A Cancer Drug Could Cure Alzheimer's
A cancer drug that’s already on the market could reverse and even eliminate Alzheimer’s symptoms, a recent study shows.
Neuroscientists at Case Western Reserve University School of Medicine conducted the study. They administered the drug bexarotene to mice who were genetically engineered to show signs of Alzheimer’s; within 72 hours, the researchers said, the mice showed renewed cognitive skills like being able to build a nest.
Within six hours, the drug also removed the buildup of amyloid plaque in the brain; amyloid plaque is a hallmark of Alzheimer’s.
Bexarotene, also known as Targretin, was approved in 1999 to treat a type of skin cancer known as T-cell lymphoma.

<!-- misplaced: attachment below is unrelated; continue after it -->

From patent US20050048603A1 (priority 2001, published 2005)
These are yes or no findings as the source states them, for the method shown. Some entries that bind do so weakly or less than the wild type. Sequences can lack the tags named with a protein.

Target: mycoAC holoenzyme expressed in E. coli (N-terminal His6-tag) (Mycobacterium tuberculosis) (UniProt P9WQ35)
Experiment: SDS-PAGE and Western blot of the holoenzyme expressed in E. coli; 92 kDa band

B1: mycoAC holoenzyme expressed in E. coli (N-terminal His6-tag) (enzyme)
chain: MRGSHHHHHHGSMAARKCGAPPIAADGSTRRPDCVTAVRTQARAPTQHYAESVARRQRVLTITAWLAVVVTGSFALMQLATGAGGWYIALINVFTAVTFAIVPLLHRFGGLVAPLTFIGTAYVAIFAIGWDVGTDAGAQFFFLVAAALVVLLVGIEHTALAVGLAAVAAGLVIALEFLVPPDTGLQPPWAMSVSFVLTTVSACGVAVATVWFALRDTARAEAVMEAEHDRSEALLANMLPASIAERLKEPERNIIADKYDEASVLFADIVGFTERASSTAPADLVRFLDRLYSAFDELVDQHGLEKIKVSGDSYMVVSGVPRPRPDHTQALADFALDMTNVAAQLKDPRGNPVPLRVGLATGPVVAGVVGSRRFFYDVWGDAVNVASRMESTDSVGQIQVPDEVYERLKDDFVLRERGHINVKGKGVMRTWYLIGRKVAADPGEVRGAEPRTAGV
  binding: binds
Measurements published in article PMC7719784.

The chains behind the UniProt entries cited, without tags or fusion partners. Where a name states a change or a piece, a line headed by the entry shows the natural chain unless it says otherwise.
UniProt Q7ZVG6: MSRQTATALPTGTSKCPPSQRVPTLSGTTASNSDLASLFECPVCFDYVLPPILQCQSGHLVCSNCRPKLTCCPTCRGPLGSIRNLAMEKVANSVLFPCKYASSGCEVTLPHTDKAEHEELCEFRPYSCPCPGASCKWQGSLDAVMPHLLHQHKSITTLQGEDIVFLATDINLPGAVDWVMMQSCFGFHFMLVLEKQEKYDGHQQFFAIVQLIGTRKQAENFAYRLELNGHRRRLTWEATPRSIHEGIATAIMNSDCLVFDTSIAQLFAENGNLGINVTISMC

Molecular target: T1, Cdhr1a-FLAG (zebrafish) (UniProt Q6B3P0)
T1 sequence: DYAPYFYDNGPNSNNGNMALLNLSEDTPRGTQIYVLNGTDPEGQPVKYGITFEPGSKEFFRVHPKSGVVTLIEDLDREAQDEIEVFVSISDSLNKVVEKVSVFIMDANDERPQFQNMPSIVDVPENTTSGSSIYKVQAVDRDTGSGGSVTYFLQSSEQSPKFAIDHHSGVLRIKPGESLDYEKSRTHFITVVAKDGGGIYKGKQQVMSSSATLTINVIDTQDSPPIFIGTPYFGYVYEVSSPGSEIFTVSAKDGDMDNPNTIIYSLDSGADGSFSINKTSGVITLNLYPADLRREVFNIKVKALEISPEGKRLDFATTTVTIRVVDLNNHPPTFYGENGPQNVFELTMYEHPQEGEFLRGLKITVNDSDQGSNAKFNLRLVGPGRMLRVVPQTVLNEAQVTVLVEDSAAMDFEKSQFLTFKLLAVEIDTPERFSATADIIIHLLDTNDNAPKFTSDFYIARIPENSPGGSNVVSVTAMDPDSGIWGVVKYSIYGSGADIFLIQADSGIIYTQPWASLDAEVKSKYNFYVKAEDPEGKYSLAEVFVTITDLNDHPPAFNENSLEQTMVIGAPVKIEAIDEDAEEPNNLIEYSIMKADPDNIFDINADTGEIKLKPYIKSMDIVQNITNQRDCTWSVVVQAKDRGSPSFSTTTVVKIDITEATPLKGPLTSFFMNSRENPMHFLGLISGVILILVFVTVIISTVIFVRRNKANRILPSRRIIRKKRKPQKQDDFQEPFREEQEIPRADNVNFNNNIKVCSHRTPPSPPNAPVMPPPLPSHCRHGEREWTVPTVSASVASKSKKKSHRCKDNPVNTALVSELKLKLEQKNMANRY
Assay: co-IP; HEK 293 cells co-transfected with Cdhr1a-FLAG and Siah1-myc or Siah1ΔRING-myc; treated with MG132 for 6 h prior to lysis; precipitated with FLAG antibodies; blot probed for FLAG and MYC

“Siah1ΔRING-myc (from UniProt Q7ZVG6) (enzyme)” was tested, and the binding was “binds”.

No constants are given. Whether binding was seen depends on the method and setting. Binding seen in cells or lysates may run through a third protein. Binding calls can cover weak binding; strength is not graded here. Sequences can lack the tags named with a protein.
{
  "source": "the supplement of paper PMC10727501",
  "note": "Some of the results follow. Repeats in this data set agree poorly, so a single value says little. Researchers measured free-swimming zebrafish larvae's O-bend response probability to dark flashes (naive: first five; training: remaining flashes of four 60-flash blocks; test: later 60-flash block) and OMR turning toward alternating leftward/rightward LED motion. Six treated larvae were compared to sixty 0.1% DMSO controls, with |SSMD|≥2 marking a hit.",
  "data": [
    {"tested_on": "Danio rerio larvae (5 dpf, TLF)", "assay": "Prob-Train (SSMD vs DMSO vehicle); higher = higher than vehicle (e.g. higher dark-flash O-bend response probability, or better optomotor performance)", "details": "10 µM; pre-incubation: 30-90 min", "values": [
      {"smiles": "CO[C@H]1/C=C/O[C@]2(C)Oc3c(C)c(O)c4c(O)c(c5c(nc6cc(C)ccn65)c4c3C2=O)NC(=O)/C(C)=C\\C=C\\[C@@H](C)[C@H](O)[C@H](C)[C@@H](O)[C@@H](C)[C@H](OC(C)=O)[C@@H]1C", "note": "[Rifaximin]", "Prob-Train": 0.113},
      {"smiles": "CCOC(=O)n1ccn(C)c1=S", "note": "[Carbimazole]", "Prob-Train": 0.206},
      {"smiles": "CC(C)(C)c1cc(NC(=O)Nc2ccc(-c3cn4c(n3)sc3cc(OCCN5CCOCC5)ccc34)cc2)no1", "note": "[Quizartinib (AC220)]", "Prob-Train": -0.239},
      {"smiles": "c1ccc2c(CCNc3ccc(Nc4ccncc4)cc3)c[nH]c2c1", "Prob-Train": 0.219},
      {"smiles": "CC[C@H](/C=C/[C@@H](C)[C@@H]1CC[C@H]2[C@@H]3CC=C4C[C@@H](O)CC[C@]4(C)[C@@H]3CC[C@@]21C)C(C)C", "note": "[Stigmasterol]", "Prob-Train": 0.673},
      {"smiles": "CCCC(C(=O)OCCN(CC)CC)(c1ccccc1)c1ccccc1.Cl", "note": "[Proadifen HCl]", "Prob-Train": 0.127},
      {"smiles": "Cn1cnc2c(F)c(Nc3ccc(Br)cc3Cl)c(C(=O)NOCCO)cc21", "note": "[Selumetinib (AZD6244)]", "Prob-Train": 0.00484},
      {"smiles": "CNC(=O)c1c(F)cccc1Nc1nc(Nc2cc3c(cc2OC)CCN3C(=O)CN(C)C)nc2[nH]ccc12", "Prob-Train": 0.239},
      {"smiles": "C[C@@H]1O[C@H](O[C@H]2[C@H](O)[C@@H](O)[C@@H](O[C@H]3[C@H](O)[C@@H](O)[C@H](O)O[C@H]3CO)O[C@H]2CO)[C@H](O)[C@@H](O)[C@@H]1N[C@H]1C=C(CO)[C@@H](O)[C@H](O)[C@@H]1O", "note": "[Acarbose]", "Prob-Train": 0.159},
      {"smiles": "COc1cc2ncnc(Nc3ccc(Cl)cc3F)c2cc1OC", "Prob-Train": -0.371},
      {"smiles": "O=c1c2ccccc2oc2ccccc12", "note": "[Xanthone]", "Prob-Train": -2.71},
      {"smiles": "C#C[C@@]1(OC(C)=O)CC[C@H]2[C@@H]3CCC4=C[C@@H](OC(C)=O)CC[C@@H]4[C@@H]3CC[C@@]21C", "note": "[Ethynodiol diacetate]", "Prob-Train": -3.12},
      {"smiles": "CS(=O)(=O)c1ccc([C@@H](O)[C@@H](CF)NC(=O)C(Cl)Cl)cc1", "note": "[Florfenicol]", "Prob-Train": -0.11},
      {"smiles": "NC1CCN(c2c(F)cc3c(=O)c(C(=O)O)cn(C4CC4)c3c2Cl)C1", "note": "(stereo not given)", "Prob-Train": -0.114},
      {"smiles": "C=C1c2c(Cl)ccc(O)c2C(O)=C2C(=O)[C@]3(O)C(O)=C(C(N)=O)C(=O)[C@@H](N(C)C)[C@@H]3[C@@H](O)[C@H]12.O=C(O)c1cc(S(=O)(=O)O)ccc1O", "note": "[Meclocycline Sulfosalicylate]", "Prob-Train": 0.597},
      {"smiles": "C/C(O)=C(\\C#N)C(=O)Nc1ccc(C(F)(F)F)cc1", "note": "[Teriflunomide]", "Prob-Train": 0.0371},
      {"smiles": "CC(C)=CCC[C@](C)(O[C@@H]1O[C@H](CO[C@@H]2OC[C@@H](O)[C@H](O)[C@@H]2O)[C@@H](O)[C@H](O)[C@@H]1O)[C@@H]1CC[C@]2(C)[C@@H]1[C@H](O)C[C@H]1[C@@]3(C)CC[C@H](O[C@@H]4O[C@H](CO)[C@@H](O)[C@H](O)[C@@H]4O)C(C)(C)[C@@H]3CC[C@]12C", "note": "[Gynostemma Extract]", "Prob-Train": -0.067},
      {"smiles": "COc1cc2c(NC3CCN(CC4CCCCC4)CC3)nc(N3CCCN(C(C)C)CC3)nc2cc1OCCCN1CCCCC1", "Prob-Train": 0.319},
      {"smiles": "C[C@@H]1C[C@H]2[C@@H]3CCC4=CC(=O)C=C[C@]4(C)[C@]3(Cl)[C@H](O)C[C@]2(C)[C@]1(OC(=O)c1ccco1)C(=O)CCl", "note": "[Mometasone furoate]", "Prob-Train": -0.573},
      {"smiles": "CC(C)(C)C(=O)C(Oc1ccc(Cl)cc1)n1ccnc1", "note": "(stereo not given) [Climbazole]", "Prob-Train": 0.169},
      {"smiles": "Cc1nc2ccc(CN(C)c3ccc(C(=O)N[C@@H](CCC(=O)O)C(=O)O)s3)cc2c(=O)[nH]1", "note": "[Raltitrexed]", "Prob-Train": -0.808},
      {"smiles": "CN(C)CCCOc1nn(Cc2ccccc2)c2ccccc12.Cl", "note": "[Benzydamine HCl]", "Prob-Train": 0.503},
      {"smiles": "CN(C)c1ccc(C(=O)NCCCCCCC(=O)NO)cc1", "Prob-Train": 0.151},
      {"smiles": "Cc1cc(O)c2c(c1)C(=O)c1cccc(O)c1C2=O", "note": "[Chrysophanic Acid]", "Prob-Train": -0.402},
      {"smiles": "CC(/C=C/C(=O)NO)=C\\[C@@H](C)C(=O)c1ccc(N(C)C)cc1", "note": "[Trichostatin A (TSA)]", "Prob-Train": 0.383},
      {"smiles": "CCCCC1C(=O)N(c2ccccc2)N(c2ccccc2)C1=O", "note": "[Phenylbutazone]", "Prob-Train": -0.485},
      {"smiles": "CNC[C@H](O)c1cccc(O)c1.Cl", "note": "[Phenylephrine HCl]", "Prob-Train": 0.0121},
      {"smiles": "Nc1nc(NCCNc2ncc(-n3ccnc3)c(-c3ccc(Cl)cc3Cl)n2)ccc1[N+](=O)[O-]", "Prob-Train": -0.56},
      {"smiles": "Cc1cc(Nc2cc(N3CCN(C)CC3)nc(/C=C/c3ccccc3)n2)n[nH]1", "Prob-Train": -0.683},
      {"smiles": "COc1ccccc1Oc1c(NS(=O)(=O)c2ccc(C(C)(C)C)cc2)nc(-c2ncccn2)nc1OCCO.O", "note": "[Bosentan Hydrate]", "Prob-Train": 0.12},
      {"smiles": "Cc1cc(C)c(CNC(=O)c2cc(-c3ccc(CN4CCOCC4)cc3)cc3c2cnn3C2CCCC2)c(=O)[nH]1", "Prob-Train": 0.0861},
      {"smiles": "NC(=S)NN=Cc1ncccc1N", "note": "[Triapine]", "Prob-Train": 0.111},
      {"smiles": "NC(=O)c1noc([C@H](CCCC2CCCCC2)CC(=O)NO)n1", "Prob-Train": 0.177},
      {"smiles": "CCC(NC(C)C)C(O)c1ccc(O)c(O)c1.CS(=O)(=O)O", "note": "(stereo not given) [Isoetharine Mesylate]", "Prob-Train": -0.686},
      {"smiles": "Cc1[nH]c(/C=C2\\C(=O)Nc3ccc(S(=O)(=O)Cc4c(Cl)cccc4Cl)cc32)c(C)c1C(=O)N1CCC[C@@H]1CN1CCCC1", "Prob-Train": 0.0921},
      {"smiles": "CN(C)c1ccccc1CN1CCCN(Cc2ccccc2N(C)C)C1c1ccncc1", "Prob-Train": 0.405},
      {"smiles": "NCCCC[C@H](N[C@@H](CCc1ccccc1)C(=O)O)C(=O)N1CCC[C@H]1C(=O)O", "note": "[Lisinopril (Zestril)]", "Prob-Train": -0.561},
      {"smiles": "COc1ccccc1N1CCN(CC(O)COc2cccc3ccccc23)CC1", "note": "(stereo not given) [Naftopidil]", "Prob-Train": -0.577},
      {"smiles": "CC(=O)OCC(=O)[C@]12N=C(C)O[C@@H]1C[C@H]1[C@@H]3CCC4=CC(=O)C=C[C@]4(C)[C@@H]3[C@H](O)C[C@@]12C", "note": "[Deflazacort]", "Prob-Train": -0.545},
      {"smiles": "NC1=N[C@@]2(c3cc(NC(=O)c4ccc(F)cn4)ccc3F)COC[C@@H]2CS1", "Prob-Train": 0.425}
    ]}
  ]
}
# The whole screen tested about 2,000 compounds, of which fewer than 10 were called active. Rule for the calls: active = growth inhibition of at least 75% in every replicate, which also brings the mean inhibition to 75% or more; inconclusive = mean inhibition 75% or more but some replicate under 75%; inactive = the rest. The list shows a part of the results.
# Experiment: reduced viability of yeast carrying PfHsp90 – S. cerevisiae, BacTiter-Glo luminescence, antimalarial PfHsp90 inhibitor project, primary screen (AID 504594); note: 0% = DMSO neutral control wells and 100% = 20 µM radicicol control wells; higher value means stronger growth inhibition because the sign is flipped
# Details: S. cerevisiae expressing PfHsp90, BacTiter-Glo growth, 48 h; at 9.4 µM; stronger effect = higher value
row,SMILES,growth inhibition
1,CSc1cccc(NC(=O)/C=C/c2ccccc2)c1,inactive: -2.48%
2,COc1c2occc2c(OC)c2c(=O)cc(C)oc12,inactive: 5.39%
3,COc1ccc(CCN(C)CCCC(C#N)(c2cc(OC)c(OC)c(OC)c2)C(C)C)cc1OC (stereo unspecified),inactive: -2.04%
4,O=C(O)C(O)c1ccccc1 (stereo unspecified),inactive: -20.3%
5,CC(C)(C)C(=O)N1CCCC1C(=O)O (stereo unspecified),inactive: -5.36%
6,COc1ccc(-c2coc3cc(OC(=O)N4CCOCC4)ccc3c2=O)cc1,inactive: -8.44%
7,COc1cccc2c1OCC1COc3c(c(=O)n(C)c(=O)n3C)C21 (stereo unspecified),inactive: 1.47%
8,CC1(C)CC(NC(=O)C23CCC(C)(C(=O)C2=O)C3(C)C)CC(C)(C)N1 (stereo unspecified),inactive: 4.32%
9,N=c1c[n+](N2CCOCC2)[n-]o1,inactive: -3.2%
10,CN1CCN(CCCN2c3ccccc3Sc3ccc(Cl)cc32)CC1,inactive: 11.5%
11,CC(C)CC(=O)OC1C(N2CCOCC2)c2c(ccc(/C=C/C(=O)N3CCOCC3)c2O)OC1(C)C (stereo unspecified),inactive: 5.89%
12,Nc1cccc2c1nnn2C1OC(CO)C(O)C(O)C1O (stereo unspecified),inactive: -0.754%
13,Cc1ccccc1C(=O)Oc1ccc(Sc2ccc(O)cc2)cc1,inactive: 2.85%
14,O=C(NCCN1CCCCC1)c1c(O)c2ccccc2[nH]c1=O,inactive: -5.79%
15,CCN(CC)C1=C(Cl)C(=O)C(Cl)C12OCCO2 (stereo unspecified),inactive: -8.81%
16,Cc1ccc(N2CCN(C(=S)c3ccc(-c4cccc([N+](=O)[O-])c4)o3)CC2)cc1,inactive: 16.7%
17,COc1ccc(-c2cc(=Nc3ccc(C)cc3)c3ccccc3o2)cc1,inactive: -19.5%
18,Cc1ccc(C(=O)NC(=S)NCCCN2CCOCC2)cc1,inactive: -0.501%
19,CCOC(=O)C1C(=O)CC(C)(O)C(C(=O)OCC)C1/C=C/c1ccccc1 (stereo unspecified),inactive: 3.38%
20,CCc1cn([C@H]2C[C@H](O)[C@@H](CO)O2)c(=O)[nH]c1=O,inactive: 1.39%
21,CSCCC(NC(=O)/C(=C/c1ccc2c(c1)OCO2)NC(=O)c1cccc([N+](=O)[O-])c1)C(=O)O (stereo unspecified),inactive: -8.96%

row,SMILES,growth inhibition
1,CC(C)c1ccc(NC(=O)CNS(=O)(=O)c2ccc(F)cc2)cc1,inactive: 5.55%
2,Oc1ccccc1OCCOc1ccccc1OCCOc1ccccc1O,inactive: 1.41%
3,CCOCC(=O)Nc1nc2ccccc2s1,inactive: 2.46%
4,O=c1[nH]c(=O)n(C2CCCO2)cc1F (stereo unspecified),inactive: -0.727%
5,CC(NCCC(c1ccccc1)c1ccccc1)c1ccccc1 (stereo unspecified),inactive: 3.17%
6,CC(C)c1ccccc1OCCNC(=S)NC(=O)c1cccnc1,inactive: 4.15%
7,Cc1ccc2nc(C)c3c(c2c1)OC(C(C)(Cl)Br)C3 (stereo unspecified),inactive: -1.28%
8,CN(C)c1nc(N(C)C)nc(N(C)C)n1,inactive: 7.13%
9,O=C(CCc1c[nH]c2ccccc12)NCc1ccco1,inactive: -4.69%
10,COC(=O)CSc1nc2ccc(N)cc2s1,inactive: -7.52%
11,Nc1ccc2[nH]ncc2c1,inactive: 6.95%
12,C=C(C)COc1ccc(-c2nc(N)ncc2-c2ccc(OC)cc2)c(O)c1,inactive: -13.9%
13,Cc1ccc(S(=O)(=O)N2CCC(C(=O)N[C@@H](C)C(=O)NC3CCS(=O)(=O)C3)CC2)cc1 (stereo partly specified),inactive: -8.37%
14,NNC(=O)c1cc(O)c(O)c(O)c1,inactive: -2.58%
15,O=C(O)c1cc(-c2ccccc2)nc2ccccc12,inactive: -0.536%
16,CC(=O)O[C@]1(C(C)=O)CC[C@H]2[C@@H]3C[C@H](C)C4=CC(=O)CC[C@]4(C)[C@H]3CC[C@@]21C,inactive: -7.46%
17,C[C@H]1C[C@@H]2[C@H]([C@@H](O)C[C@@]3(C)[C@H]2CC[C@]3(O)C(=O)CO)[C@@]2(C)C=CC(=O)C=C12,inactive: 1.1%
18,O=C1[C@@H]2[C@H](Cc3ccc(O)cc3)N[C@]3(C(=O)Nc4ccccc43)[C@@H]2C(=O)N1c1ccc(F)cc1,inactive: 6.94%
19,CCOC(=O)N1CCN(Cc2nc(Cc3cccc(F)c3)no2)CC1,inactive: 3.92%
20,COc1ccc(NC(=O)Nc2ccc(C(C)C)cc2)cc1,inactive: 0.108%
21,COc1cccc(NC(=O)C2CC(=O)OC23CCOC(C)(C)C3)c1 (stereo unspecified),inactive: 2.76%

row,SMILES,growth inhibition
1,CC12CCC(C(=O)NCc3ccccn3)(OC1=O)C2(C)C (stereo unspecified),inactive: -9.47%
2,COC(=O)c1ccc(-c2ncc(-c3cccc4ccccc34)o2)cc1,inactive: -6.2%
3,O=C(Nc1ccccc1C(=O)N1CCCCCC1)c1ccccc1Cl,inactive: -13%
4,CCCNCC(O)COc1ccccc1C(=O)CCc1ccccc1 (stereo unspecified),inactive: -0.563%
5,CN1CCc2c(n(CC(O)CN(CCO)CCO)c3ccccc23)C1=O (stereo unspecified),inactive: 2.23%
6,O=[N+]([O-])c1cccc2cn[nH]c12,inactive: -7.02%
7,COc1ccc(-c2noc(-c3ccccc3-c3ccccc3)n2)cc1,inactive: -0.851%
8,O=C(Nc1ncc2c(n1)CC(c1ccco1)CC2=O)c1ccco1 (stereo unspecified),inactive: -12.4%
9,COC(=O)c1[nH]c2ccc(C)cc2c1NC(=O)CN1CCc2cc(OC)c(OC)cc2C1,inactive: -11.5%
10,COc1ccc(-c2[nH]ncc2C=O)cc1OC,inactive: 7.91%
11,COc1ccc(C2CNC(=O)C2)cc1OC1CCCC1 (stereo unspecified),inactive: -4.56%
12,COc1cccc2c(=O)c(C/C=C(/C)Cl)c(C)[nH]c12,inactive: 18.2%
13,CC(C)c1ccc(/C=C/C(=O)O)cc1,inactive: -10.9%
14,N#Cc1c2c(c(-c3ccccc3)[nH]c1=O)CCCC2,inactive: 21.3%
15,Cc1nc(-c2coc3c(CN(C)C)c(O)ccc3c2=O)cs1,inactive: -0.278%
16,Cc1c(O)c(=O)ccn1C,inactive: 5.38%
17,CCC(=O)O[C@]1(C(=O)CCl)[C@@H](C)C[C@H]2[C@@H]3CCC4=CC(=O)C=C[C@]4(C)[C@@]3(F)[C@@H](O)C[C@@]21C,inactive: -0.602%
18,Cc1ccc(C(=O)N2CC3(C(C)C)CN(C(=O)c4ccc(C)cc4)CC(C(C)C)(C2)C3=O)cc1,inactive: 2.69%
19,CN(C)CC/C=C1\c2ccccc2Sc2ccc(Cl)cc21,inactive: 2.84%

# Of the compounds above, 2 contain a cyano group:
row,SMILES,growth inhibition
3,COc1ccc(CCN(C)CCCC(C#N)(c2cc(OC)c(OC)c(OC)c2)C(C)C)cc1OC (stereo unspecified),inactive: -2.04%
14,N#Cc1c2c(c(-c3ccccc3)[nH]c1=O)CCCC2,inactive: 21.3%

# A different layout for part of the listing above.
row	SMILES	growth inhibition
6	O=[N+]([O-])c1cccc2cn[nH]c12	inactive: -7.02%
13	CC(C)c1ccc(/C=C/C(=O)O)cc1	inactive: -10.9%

Lead author Paige Cramer, Ph.D candidate, said in a statement, "This is an unprecedented finding. Previously, the best existing treatment for Alzheimer's disease in mice required several months to reduce plaque in the brain."
But researchers cautioned patients who are eager to try the treatment that further studies are needed. “The drug works quite well in mouse models of the disease,” neuroscientist Gary Landreth, PhD., said in a statement. “Our next objective is to ascertain if it acts similarly in humans.”
Because the drug already exists and has been approved, though, physicans can prescribe it for “off-label use” to treat Alzheimer’s.